Trade with the Enemy


"The war in Europe, the sanctions against Russia, the dollars we pay Putin for oil and gas, which he uses to finance the war, raise the question of how wise it is to have economic relations with an enemy."



Google Translated from Dutch to English. Here is the link to the original article in Dutch. The article was originally published on 28 March 2022.



During the Cold War, the world was uncluttered. Not only did each bloc have its ideology, but they also had their economy, and economic relations between the blocs remained limited. This was not optimal from a financial perspective. Relative cost differences, the driving force behind international trade, also exist between countries that are sworn enemies. Mutual trade and the resulting international division of labour would increase total prosperity.


Immediately after the Second World War, world trade was at a low ebb, and it was evident that trade relations with communist countries would remain limited. After all, there were plenty of opportunities in our world to enter into and expand trade relationships. There was great distrust between East and West. China was in deep poverty and did not count at all.



The success of the global market economy

The situation changed after the Berlin Wall fell. Former communist countries joined the global market economy, and some even became our real friends. But we also liked establishing trade relations with countries that did not immediately become our friends. There was also room for them in the global market economy. As the international trade theory predicts, this led to a higher average standard of living in all countries involved, with the disparities between poor and rich countries narrowing.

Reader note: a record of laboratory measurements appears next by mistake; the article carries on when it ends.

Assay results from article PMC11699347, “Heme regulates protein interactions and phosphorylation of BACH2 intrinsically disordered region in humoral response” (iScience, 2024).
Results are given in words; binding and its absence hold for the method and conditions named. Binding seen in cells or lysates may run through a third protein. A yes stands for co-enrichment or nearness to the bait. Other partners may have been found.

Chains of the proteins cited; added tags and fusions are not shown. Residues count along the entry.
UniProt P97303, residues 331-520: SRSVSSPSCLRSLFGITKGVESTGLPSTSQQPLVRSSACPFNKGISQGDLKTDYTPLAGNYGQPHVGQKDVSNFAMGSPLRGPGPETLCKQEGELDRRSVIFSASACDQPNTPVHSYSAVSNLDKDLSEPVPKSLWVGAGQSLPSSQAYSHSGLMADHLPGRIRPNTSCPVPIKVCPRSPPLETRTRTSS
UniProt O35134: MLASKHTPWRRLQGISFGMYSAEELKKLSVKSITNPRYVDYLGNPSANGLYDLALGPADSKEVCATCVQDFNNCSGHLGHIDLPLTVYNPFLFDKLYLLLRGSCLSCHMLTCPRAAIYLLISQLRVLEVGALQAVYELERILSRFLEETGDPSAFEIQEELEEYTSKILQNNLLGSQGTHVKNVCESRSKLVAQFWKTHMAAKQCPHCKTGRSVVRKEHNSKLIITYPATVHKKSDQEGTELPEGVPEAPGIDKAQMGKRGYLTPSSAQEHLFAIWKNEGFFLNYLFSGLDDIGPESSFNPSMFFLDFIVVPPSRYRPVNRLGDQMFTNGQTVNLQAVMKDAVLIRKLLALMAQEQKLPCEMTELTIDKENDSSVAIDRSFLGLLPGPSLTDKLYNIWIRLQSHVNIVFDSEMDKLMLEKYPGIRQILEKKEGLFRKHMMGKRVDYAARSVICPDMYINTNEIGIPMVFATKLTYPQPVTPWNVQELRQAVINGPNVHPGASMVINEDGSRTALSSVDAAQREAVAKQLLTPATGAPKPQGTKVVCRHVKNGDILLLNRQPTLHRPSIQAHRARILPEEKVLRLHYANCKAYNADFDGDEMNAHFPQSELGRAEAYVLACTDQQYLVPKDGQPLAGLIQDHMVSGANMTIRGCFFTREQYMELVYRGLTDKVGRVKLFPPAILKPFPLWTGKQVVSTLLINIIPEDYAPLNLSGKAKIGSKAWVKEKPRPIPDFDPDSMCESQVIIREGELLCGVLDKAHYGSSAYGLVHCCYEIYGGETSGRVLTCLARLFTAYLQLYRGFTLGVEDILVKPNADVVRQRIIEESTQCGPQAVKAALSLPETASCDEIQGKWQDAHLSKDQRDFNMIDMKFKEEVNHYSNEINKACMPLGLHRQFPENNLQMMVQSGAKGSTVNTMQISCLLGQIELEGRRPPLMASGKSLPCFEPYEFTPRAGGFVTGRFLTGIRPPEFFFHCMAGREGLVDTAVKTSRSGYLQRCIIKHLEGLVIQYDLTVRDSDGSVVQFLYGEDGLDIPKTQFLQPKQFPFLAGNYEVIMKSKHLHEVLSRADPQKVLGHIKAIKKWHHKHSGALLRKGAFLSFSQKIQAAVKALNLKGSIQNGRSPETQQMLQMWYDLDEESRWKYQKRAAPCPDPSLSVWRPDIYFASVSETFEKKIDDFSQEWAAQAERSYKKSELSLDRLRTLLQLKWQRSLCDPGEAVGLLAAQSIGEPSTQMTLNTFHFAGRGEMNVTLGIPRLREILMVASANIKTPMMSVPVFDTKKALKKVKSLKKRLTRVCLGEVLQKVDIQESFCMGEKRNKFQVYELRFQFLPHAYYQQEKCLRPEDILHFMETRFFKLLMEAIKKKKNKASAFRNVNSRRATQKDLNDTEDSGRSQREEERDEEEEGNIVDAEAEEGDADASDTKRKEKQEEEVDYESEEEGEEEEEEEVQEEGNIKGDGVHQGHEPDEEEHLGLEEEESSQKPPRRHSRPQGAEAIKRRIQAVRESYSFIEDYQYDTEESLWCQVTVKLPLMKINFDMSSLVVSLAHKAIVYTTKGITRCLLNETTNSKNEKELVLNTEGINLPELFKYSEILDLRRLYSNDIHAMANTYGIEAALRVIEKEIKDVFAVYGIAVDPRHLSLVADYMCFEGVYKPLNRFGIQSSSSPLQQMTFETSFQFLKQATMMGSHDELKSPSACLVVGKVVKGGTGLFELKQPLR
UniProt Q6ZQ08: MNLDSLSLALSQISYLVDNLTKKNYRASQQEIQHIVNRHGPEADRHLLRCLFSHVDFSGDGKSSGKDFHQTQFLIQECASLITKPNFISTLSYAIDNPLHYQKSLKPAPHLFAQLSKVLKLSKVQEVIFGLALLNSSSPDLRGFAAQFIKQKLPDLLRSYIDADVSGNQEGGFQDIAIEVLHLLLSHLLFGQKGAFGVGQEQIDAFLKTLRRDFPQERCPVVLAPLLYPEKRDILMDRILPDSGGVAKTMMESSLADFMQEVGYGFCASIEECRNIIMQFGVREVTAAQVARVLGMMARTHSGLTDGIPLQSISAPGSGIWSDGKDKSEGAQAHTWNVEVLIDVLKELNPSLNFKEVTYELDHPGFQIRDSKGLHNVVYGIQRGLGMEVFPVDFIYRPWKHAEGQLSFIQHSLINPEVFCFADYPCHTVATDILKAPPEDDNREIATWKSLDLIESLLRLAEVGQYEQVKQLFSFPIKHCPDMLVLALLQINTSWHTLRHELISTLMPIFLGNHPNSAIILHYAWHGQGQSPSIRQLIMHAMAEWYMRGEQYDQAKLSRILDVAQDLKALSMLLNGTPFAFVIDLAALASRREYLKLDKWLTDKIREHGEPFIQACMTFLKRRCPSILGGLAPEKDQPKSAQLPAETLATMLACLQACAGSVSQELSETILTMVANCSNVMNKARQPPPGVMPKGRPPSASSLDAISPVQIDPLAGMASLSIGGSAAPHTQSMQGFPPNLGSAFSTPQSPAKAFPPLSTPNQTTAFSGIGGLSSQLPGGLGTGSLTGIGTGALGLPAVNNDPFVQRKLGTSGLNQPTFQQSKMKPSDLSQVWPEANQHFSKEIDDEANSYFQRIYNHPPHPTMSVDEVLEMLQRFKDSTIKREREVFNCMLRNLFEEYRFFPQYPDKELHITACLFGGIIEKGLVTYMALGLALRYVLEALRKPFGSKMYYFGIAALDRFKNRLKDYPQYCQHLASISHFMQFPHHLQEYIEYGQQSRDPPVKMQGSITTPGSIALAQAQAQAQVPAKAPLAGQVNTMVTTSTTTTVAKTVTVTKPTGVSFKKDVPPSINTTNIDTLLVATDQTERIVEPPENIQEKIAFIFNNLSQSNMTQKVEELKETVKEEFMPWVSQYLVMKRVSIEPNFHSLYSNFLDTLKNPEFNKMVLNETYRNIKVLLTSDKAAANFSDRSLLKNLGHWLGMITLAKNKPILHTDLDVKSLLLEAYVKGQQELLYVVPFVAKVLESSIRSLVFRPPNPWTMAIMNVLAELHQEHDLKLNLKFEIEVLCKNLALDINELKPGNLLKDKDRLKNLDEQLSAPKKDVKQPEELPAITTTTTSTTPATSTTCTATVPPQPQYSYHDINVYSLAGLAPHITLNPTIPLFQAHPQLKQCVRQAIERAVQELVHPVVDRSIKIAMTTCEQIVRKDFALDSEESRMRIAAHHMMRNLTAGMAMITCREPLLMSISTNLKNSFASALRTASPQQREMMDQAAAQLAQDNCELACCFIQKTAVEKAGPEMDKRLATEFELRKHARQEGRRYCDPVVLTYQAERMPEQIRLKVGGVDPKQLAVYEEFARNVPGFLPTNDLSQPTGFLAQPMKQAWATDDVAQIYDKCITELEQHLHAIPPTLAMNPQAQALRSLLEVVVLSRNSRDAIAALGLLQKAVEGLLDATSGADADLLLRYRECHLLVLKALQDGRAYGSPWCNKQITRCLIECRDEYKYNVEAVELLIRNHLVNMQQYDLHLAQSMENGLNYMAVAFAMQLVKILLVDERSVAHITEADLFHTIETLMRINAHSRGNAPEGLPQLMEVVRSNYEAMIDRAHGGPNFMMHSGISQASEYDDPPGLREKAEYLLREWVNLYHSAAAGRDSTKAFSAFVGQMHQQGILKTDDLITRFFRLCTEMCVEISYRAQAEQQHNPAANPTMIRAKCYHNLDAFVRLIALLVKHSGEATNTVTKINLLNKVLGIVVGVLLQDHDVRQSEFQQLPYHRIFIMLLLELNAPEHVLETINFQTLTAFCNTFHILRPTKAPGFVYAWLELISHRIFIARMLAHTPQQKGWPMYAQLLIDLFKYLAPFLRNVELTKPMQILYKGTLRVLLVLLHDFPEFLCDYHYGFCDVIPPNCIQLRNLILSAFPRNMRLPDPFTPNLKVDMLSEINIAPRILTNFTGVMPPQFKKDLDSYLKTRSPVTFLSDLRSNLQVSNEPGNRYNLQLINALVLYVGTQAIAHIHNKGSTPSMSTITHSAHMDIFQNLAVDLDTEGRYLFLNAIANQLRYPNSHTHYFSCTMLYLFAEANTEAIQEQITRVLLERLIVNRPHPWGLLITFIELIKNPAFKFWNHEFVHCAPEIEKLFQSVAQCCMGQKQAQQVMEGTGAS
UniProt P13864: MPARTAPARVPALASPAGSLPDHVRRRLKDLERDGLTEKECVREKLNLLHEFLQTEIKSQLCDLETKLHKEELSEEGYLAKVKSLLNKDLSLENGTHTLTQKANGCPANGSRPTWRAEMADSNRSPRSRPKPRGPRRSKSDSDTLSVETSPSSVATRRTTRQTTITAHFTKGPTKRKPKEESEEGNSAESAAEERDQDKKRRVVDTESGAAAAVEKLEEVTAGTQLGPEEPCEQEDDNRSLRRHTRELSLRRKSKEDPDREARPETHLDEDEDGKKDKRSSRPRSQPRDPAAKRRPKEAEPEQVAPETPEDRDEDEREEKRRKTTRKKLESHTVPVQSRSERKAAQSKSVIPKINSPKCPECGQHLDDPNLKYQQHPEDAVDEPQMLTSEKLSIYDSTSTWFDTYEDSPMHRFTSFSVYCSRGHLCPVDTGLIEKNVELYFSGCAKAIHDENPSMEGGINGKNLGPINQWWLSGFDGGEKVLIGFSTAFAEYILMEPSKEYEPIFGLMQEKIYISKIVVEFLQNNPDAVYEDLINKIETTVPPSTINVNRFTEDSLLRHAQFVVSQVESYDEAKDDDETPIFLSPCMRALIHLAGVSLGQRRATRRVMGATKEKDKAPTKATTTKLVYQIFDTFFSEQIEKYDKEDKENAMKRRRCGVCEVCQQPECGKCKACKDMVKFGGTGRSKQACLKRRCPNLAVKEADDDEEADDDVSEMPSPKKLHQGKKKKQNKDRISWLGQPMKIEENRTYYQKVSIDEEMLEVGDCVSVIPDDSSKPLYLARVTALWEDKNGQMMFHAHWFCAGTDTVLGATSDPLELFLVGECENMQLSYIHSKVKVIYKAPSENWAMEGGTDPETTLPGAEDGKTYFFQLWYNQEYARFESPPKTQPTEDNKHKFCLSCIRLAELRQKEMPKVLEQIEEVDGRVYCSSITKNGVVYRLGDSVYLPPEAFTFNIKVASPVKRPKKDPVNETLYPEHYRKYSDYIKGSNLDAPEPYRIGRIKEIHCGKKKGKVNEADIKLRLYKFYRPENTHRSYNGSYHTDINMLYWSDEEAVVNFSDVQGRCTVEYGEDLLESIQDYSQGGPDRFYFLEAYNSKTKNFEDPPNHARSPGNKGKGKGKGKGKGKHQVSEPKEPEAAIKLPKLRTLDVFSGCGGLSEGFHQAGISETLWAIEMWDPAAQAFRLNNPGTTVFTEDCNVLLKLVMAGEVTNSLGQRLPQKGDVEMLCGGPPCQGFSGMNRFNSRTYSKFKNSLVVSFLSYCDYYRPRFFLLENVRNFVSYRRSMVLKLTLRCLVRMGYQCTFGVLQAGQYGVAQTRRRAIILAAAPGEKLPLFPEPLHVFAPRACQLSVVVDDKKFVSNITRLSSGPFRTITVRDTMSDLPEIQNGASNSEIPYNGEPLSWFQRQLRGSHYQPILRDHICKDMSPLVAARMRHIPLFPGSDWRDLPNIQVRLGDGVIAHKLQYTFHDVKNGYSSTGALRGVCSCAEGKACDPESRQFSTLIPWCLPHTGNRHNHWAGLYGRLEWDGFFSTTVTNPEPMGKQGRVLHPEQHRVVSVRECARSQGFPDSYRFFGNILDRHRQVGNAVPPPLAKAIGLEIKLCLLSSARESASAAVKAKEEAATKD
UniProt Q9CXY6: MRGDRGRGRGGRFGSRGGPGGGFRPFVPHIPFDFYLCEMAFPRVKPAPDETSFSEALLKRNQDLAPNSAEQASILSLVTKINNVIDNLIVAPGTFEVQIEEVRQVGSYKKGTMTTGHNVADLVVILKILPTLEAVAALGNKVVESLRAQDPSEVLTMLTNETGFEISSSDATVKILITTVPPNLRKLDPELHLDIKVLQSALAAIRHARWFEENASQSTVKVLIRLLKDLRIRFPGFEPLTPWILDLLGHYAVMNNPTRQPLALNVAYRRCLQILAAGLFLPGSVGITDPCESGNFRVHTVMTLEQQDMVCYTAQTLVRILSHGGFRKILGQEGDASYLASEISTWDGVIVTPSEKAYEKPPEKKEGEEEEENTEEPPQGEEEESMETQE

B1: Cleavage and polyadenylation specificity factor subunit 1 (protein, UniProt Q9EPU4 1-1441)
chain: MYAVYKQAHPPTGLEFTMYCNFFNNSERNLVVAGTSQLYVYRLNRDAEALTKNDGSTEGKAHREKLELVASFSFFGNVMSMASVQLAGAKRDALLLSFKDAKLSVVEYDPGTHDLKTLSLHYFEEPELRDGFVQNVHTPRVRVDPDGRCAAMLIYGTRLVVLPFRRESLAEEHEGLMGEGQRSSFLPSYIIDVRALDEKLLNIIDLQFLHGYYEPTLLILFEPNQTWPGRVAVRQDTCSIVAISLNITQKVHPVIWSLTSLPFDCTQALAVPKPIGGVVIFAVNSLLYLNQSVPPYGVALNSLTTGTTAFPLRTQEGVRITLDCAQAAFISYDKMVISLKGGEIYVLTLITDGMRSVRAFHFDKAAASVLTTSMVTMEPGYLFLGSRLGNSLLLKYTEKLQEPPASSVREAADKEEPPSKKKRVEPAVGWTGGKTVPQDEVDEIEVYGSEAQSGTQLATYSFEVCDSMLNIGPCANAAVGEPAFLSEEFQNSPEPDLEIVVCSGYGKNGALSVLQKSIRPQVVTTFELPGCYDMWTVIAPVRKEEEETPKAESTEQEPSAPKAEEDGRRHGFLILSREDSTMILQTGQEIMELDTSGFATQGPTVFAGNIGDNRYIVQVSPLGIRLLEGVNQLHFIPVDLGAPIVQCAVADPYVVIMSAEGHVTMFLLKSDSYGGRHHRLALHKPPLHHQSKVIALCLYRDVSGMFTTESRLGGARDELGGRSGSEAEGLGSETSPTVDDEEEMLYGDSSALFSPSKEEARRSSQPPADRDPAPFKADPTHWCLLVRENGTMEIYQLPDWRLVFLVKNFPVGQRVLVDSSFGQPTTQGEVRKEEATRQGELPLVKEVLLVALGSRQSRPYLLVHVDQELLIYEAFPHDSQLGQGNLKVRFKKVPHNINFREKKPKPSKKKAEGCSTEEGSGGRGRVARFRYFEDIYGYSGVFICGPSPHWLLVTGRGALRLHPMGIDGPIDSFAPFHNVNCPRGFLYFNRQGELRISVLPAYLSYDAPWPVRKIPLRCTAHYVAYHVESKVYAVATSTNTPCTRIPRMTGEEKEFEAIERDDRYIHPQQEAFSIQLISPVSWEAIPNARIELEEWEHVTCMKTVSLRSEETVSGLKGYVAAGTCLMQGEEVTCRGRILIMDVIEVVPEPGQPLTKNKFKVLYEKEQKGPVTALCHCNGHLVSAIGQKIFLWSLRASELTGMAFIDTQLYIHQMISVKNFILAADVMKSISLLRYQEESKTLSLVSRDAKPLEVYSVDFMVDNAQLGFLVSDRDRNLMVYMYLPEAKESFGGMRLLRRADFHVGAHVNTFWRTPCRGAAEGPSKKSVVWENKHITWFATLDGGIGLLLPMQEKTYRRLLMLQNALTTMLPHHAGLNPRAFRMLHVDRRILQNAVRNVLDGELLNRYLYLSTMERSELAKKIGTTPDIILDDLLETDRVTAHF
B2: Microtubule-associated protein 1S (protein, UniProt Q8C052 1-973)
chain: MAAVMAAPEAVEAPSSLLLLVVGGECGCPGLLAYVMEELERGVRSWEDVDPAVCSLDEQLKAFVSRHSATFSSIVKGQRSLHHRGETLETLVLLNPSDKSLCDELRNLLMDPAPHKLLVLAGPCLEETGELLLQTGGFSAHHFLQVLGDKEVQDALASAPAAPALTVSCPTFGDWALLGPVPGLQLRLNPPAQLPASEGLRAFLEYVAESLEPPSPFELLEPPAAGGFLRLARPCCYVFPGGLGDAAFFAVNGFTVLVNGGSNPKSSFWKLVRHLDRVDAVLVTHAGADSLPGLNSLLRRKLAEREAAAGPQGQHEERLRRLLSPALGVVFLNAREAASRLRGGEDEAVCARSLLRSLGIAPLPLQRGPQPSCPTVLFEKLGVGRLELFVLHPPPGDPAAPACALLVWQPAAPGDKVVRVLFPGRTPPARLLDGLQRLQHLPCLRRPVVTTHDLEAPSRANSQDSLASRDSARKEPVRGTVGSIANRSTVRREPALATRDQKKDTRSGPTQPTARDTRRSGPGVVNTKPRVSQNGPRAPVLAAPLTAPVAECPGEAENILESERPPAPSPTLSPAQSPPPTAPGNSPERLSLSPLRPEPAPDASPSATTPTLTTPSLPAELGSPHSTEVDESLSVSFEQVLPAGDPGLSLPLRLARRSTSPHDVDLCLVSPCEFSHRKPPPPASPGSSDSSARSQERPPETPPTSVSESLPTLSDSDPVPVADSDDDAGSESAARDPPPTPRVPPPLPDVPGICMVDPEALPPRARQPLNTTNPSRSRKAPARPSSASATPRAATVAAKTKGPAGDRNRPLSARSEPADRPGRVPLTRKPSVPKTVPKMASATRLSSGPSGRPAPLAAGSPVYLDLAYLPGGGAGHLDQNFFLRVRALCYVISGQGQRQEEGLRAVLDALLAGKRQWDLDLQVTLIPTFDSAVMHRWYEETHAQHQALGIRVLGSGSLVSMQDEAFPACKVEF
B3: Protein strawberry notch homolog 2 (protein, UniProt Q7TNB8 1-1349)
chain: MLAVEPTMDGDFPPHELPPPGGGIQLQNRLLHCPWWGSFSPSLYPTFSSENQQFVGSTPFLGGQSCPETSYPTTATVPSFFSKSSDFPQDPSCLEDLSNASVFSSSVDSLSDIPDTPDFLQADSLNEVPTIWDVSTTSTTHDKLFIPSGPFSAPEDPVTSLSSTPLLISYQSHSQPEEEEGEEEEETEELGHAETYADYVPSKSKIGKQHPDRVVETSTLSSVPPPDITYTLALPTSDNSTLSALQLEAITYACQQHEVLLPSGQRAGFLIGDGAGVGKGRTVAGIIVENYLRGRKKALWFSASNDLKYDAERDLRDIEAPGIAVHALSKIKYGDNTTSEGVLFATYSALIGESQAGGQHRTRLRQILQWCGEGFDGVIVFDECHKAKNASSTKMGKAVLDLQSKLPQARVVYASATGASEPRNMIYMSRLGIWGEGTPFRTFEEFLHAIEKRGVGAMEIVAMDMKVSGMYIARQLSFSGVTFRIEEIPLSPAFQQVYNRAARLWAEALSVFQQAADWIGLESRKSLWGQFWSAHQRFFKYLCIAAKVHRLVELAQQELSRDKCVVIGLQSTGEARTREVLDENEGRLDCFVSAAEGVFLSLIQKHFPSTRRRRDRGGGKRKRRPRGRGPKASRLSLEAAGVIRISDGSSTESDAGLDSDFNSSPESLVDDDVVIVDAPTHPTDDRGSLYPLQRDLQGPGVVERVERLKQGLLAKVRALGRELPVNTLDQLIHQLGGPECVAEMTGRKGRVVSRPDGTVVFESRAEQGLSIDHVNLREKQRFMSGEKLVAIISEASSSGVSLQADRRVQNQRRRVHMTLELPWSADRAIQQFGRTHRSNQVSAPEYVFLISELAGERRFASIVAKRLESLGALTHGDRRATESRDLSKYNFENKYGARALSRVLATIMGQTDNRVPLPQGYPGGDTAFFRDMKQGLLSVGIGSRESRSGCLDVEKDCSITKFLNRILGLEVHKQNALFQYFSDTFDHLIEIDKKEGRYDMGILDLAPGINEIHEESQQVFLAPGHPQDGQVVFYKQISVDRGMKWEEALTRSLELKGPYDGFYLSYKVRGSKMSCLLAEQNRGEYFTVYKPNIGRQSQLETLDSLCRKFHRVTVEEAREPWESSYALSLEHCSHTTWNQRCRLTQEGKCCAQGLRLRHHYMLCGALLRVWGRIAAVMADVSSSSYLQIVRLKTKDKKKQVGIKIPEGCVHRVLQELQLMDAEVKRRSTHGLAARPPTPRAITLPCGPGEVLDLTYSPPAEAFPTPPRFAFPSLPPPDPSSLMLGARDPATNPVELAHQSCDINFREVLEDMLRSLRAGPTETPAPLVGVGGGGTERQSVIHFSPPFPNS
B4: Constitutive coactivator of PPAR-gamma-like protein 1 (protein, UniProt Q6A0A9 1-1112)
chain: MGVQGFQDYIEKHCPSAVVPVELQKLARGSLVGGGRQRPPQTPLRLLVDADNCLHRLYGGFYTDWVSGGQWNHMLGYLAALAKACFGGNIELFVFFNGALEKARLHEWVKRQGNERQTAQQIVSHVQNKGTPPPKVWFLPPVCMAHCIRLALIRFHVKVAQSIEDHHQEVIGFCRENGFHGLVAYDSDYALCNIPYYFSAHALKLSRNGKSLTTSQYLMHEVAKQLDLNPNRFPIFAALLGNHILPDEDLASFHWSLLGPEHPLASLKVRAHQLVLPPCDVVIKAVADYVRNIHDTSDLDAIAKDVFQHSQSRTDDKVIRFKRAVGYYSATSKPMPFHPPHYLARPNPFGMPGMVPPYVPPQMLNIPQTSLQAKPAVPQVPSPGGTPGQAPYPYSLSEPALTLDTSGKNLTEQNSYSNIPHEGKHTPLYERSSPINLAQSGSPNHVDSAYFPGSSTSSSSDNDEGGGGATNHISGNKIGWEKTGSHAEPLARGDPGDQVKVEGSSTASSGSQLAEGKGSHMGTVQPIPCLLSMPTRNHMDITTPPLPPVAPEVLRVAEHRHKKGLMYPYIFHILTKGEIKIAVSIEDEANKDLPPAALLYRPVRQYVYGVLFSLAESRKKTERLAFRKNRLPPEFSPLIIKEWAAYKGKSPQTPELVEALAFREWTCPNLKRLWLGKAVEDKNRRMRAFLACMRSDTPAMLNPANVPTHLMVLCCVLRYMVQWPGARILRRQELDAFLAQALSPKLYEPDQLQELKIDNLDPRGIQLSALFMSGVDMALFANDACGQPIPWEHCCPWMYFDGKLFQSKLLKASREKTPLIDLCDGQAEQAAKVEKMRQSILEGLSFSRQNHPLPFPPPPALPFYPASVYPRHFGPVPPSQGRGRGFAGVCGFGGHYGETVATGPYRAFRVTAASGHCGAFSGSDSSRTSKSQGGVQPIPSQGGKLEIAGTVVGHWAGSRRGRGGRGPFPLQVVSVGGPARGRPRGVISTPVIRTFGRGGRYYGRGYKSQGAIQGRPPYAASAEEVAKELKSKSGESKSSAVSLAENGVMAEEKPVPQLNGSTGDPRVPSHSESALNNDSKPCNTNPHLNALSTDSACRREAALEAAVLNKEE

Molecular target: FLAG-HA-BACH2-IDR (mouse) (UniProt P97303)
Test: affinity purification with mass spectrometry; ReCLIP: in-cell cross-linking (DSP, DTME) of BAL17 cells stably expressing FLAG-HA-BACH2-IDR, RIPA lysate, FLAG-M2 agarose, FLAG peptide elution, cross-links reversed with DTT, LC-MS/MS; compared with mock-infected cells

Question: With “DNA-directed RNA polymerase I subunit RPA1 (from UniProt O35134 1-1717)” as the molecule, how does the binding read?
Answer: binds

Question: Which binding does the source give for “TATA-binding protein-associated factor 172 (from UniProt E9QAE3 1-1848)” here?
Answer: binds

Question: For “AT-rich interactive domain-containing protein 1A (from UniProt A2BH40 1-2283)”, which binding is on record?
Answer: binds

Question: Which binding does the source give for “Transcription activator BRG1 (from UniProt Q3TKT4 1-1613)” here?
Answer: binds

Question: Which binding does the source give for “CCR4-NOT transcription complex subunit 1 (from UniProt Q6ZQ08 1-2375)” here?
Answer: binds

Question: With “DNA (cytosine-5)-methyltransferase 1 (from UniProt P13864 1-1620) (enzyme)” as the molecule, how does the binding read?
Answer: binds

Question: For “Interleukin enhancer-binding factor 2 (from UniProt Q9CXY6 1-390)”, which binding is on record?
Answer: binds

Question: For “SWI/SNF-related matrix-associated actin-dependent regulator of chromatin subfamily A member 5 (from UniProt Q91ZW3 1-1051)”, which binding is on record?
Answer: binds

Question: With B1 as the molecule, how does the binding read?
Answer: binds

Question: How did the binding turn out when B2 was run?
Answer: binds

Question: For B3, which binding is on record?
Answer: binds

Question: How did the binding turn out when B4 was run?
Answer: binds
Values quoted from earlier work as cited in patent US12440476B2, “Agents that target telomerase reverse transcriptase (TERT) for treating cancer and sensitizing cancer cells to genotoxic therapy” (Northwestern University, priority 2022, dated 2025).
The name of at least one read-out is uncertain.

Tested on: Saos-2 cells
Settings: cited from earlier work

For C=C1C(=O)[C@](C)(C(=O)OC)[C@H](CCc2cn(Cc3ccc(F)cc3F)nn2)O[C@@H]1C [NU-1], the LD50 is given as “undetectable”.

The rate at which extreme poverty has been reduced over the last 30 years is nothing short of spectacular. Superlatives fall short of describing the success of the globalising market economy. We hoped we were convinced that autocratically led countries would move towards liberal democracy through economic progress. The latter turned out to be a colossal miscalculation. The proportion of humanity living under an autocratic system is increasing rather than decreasing.


Without reflecting on how that came about or what it will cost us, we now want to undo that dependence as quickly as possible, like a headless chicken. Heroically, Germany leads the way, as it previously courageously decided on the "Atomausstieg", which now stands under an unfortunate star. Oh well, the Germans from nuclear energy, we in it; we off the gas, the Germans just on it, but no longer Russian gas while Nordstream-2 is just ready. That is European unity and strategy in a nutshell. Do you still understand?



Time for reflection

I fully understand that all the attention in the short term is on how we can stop the war and receive millions of refugees. But this also seems to be the time to think carefully about our economic relations with autocratic regimes. There is, of course, the elephant in the room, and that is China. Besides oil, gas and other commodities, the Russian economy is entirely irrelevant. We can stop trading with that country without significantly damaging ourselves, except for the energy sector. The Chinese economy, on the other hand, is highly relevant.


About 30 per cent of all goods made on Earth come from China. What will we do if China tries to annex Taiwan? Impose sanctions, suspend trading? Let us have no illusions about the intentions of a country like China, especially its current leadership. We've already made that mistake with Putin. China is a country that has felt humiliated for several centuries and, at the same time, considers itself superior and 'entitled'. A dangerous combination.


The Chinese cannot be caught with much empathy for other people. Moreover, the Chinese look with amazement and contempt at our divisions and unwillingness to make sacrifices to protect our values and way of life.


Back to the earlier question, should we have economic relations with our enemies? I think there is a simple answer. You can maintain that kind of relationship with your enemies without any problem, but you shouldn't be dependent on them. There should always be a plan B. It is high time to develop a plan B for our economic relations with China.